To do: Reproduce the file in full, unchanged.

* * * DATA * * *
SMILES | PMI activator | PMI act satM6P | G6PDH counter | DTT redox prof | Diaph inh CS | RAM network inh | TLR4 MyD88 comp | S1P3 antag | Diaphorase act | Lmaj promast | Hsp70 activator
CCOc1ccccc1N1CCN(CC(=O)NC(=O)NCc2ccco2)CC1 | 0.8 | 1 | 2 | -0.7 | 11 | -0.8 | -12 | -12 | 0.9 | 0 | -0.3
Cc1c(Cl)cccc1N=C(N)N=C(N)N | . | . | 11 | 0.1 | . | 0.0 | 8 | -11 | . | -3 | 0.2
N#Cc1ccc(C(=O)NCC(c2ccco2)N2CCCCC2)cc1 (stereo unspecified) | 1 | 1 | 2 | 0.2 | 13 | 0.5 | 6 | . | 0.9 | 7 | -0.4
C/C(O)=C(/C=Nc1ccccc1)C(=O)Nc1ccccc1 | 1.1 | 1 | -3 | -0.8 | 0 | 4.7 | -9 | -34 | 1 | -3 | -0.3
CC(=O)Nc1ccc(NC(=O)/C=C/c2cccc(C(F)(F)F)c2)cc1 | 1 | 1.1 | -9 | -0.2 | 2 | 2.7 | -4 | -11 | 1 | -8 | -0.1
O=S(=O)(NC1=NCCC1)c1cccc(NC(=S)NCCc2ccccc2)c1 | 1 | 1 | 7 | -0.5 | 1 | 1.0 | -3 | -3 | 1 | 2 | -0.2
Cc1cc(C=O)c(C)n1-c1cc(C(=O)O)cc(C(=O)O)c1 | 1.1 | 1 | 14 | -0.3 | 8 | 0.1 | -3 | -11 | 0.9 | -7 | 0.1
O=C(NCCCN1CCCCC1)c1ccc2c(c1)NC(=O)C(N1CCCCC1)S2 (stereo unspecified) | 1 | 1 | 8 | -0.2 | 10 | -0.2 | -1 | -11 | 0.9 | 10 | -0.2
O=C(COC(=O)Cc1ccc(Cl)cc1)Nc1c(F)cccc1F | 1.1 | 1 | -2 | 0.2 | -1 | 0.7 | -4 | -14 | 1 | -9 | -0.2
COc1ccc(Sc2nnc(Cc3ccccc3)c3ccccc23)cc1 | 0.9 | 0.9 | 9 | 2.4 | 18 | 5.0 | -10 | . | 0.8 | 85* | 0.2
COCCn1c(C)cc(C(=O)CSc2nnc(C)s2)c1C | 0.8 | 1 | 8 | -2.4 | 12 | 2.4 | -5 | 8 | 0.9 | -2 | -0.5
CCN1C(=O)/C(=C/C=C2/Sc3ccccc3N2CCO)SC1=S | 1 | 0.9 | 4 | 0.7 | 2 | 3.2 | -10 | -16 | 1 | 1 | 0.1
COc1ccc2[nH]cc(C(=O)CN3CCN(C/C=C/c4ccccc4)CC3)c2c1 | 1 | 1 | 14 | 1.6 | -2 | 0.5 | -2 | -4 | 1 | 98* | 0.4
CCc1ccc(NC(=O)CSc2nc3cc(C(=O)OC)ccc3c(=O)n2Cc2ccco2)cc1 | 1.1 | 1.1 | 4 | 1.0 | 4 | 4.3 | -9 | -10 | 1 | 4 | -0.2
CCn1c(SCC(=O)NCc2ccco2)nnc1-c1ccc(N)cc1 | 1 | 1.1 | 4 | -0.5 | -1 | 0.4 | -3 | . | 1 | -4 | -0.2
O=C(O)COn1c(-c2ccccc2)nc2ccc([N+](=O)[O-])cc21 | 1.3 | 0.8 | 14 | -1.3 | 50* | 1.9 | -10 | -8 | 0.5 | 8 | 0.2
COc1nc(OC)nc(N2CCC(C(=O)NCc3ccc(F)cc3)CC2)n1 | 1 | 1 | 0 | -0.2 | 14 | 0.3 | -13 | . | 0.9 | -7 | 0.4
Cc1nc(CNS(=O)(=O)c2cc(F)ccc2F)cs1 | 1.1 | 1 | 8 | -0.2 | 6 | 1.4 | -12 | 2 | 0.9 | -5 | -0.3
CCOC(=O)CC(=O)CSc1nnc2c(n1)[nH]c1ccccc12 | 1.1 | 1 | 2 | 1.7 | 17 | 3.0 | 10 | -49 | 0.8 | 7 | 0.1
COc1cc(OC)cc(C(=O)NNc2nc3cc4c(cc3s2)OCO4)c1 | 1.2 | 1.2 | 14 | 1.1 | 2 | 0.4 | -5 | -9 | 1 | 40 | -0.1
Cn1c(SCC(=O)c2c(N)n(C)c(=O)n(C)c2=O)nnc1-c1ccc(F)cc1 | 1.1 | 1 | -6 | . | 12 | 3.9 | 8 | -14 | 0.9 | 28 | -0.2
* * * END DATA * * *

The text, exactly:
SMILES | PMI activator | PMI act satM6P | G6PDH counter | DTT redox prof | Diaph inh CS | RAM network inh | TLR4 MyD88 comp | S1P3 antag | Diaphorase act | Lmaj promast | Hsp70 activator
CCOc1ccccc1N1CCN(CC(=O)NC(=O)NCc2ccco2)CC1 | 0.8 | 1 | 2 | -0.7 | 11 | -0.8 | -12 | -12 | 0.9 | 0 | -0.3
Cc1c(Cl)cccc1N=C(N)N=C(N)N | . | . | 11 | 0.1 | . | 0.0 | 8 | -11 | . | -3 | 0.2
N#Cc1ccc(C(=O)NCC(c2ccco2)N2CCCCC2)cc1 (stereo unspecified) | 1 | 1 | 2 | 0.2 | 13 | 0.5 | 6 | . | 0.9 | 7 | -0.4
C/C(O)=C(/C=Nc1ccccc1)C(=O)Nc1ccccc1 | 1.1 | 1 | -3 | -0.8 | 0 | 4.7 | -9 | -34 | 1 | -3 | -0.3
CC(=O)Nc1ccc(NC(=O)/C=C/c2cccc(C(F)(F)F)c2)cc1 | 1 | 1.1 | -9 | -0.2 | 2 | 2.7 | -4 | -11 | 1 | -8 | -0.1
O=S(=O)(NC1=NCCC1)c1cccc(NC(=S)NCCc2ccccc2)c1 | 1 | 1 | 7 | -0.5 | 1 | 1.0 | -3 | -3 | 1 | 2 | -0.2
Cc1cc(C=O)c(C)n1-c1cc(C(=O)O)cc(C(=O)O)c1 | 1.1 | 1 | 14 | -0.3 | 8 | 0.1 | -3 | -11 | 0.9 | -7 | 0.1
O=C(NCCCN1CCCCC1)c1ccc2c(c1)NC(=O)C(N1CCCCC1)S2 (stereo unspecified) | 1 | 1 | 8 | -0.2 | 10 | -0.2 | -1 | -11 | 0.9 | 10 | -0.2
O=C(COC(=O)Cc1ccc(Cl)cc1)Nc1c(F)cccc1F | 1.1 | 1 | -2 | 0.2 | -1 | 0.7 | -4 | -14 | 1 | -9 | -0.2
COc1ccc(Sc2nnc(Cc3ccccc3)c3ccccc23)cc1 | 0.9 | 0.9 | 9 | 2.4 | 18 | 5.0 | -10 | . | 0.8 | 85* | 0.2
COCCn1c(C)cc(C(=O)CSc2nnc(C)s2)c1C | 0.8 | 1 | 8 | -2.4 | 12 | 2.4 | -5 | 8 | 0.9 | -2 | -0.5
CCN1C(=O)/C(=C/C=C2/Sc3ccccc3N2CCO)SC1=S | 1 | 0.9 | 4 | 0.7 | 2 | 3.2 | -10 | -16 | 1 | 1 | 0.1
COc1ccc2[nH]cc(C(=O)CN3CCN(C/C=C/c4ccccc4)CC3)c2c1 | 1 | 1 | 14 | 1.6 | -2 | 0.5 | -2 | -4 | 1 | 98* | 0.4
CCc1ccc(NC(=O)CSc2nc3cc(C(=O)OC)ccc3c(=O)n2Cc2ccco2)cc1 | 1.1 | 1.1 | 4 | 1.0 | 4 | 4.3 | -9 | -10 | 1 | 4 | -0.2
CCn1c(SCC(=O)NCc2ccco2)nnc1-c1ccc(N)cc1 | 1 | 1.1 | 4 | -0.5 | -1 | 0.4 | -3 | . | 1 | -4 | -0.2
O=C(O)COn1c(-c2ccccc2)nc2ccc([N+](=O)[O-])cc21 | 1.3 | 0.8 | 14 | -1.3 | 50* | 1.9 | -10 | -8 | 0.5 | 8 | 0.2
COc1nc(OC)nc(N2CCC(C(=O)NCc3ccc(F)cc3)CC2)n1 | 1 | 1 | 0 | -0.2 | 14 | 0.3 | -13 | . | 0.9 | -7 | 0.4
Cc1nc(CNS(=O)(=O)c2cc(F)ccc2F)cs1 | 1.1 | 1 | 8 | -0.2 | 6 | 1.4 | -12 | 2 | 0.9 | -5 | -0.3
CCOC(=O)CC(=O)CSc1nnc2c(n1)[nH]c1ccccc12 | 1.1 | 1 | 2 | 1.7 | 17 | 3.0 | 10 | -49 | 0.8 | 7 | 0.1
COc1cc(OC)cc(C(=O)NNc2nc3cc4c(cc3s2)OCO4)c1 | 1.2 | 1.2 | 14 | 1.1 | 2 | 0.4 | -5 | -9 | 1 | 40 | -0.1
Cn1c(SCC(=O)c2c(N)n(C)c(=O)n(C)c2=O)nnc1-c1ccc(F)cc1 | 1.1 | 1 | -6 | . | 12 | 3.9 | 8 | -14 | 0.9 | 28 | -0.2